This preview has intentionally blurred sections. Sign up to view the full version.
View Full Document
Unformatted text preview: Eric Chong PHYS C1493 Partner: Albert Lee Lab Date: November 2, 2006 Experiment 7: The Spectrum of the Hydrogen Atom Introduction In this experiment we observe inherent characteristics of a light source as a discrete light spectrum which consists of sharp monochromatic lines, where by use of a collimator tube, diffraction grating, and an eyepiece attached to a rotating table (accurate to minutes of a degree), we can measure the wavelengths of the various colors of the light spectrum and thus their respective initial orders. Our experiment dealt exclusively with the emission of bright light that occurs from the dielectric breakdown of hydrogen. We can relate the various angles at which we visualize each of the colors in the spectrum to the wavelength λ and the initial order n i : 2 1 1 1 4 i R n λ = , sin d m θ λ = , where the initial order n i is an integer corresponding to the various colors of light, R is the Rydberg constant with value R = 1.0974 x 10 7 m1 , and d is the grating lattice constant corresponding to the diffraction grating used. Procedure By observation of the equations given above, we can see that initially we would need to find the wavelength of the various colors of light, and in order to do so, require the value of the grating lattice constant d . They are related by the 2 nd equation, sin d m θ λ = . Thus the first procedure required the calibration of the eyepiece with its related equipment, being sure that the rotating table had been set to a central value, in this case 180 ± 1/60°, so that all angles recorded could be calculated relative to this central value. Also, the equipment should be set up such that no outside light interfered with the observation of solely the lamp. After calibration, we begin observation of first the helium lamp under the eyepiece, because we are already given the wavelength for this source of light. The collimator tube takes the light from the helium lamp and makes the light rays from it parallel – a necessary step that allows proper viewing of the light spectrum. We observe the first yellow light that occurs to the left and the right of the central position, and record these angles. Taking the average of these relative angles of light in the first order (or m = 1 ), we can plug this into the equation to find our grating constant d . Now that we have obtained our d , we can use this to find the wavelengths of colors of...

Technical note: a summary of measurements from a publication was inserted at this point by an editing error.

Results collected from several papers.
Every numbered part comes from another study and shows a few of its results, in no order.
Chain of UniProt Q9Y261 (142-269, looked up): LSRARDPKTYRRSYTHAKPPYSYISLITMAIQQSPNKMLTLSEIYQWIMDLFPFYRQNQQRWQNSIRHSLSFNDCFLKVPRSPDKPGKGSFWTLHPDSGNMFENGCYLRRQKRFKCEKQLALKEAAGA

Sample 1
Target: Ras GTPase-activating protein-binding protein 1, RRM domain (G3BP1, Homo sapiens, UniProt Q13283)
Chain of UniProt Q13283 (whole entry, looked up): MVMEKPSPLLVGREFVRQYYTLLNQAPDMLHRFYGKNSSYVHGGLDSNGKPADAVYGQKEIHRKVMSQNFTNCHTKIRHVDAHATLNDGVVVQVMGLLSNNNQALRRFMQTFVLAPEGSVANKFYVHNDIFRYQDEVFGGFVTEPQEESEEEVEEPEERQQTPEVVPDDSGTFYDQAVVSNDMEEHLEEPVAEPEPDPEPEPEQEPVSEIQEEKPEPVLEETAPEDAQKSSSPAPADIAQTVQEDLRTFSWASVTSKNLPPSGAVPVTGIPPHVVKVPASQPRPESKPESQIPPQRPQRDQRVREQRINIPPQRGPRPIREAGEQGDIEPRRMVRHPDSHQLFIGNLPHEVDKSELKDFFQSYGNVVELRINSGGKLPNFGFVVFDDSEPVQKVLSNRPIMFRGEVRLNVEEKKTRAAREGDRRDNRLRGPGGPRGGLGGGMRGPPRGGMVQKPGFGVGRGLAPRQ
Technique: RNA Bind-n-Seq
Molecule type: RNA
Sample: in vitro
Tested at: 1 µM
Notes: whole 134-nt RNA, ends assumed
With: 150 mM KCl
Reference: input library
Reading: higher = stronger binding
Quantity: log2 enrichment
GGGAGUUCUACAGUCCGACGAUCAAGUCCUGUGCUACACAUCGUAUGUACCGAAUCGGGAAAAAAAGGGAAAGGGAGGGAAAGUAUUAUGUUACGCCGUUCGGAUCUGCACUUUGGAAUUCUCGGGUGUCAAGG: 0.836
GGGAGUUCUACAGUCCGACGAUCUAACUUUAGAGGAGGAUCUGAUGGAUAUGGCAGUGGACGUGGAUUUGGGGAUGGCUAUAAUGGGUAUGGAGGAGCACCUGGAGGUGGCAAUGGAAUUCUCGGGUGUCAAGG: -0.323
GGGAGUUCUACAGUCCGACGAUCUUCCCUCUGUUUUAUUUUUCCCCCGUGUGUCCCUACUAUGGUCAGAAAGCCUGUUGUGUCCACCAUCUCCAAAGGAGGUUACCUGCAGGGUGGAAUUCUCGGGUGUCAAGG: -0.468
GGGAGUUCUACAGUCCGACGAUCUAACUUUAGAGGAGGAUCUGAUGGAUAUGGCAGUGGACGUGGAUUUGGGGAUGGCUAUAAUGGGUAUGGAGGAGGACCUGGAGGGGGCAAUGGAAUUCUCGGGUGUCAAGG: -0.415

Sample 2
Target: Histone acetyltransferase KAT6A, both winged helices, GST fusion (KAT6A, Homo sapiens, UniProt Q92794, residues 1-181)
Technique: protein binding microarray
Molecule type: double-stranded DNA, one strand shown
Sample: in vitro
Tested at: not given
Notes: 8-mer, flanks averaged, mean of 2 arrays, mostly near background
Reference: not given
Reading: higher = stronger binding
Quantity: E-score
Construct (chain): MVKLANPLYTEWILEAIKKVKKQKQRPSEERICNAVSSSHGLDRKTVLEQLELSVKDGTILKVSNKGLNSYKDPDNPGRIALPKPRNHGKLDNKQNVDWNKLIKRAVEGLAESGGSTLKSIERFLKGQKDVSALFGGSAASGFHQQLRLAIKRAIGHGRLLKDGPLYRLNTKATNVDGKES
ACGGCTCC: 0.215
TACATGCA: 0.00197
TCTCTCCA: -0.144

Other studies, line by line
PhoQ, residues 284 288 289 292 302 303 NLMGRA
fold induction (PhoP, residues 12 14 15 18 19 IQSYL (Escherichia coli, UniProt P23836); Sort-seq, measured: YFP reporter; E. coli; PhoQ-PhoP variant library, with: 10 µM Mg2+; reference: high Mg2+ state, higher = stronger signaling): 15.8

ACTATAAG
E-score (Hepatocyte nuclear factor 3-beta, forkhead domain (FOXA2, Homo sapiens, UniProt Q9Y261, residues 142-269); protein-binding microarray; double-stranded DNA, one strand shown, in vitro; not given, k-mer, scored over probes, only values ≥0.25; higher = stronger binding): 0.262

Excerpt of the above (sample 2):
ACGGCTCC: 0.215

View
Full
Document
This note was uploaded on 12/16/2010 for the course PHYS 1493 taught by Professor Lab during the Spring '08 term at Columbia.
 Spring '08
 LAB
 Physics, Light

Click to edit the document details